under the sun

Tuck sounded a little teary as he asked from the backseat,  "So you mean when the sun swallows the whole earth more kids will have been born a lot of times, and they'll all live long lives before then?"

We borrowed books about the solar system last week, and have been reading and re-reading them.  It is hard to grasp how huge the sun is, to wrap a brain around a billion years, to imagine the earth as uninhabitable.

Later in the tub, Tuck wanted to know, "It's going to be at least seventy days before the sun boils the oceans away and burns up the whole planet, right?"

Tollie quickly chimed in, "That sounds like an emergency! The fire engines will have to come and then the firefighters will have to spray water on all those flames and the water will go up very high and the fire will be all done and the firemen will save all the cats and dogs, too."
Tolliver is still figuring out that not everything can be controlled.  It stormed over the weekend, and not a fan of strong weather, Tollie said, "You need tell that thunder to be quiet."
Tucker replied, "Mom and Dad can’t just turn off the rain, bro."

They’re both learning that although we would do ANYTHING for them, that we will hold them tight and do our best to keep them safe, we can’t promise protection.
Tuck has been consumed by the idea that someday the sun may takeover the earth.  His brain has been accumulating questions about where we'll go live and what animals might survive, perseverating on how hot the planet will be and how nothing could survive here.  His queries come with fragile concern and intense curiosity.   There may be a whole world of worries in his head, but forefront is something that's predicted to happen in billions of years.  Perhaps he has to battle against the idea of death twice as hard as his peers.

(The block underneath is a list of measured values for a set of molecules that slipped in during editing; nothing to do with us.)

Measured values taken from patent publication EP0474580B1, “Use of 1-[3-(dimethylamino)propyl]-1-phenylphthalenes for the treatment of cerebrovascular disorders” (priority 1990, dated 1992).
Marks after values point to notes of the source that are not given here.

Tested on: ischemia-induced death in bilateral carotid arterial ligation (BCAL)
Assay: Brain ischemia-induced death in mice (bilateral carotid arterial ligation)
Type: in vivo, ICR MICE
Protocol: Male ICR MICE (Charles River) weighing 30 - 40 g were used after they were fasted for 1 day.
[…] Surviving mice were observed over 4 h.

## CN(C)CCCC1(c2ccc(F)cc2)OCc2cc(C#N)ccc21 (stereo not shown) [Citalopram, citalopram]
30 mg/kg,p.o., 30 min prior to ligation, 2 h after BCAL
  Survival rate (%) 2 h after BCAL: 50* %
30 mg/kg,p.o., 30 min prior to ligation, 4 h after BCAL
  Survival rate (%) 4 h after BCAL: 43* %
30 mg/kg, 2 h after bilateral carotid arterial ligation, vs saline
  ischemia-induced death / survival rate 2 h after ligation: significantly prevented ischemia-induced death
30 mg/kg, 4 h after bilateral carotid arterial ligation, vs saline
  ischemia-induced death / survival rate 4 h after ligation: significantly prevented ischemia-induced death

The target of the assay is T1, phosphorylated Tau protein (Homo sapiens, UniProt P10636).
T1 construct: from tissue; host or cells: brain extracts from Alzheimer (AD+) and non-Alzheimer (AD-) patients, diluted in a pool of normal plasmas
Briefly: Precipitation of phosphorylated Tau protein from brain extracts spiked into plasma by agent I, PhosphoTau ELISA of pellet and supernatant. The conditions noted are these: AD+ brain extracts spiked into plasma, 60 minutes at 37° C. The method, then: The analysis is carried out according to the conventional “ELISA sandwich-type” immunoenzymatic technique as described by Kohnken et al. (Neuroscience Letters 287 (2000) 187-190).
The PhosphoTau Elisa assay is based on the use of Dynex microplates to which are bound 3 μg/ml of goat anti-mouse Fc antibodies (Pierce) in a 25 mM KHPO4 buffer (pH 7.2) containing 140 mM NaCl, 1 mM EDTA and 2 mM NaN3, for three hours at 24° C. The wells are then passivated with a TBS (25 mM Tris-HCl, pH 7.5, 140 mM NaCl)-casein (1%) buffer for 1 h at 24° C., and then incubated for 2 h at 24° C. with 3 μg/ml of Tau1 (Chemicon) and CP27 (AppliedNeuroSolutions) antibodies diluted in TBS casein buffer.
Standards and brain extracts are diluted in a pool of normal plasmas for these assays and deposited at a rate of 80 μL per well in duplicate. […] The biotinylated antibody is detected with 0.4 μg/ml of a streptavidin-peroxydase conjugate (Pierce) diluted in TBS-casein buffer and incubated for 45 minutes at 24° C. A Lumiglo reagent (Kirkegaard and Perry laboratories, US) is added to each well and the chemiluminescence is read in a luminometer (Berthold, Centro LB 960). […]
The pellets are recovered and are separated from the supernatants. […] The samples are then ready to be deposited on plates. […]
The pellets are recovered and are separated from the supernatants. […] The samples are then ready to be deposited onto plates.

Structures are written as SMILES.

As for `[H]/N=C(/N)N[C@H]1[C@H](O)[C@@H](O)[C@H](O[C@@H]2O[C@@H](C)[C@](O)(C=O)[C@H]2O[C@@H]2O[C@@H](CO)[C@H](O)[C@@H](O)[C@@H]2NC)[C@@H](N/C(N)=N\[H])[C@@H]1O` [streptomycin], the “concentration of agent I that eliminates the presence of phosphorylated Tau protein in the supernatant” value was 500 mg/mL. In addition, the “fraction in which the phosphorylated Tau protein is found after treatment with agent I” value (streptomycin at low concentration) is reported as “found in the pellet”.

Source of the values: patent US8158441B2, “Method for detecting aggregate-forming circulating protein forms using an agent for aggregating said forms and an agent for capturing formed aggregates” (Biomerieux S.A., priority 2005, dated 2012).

We remind him that the sun's destruction will not begin until way after his children have children.  We mostly discount ideas that angels or unicorns or astronauts or an omnipotent being will arrive to save the day (or the cats and dogs) from a red giant.  We explain that we are not in control of thunderstorms or stellar evolution, of drunk drivers or bullies, of cancer cells or terrorists.  We admit to our own desperate, clumsy efforts to be brave.  We tell him that his courage can be built on the confidence that we love him, always, no matter what.  We explain that none of us can insure against anything with worry.
And we try not to waste energy worrying ourselves.


rht said...

I am glad those boys have each other to help keep things in perspective.

Poppy John said...

Jenni Baby,

I had no idea the sun was going to boil the earth.

Thank you for this information.

Tomorrow, I will cover our house with reflective aluminum foil.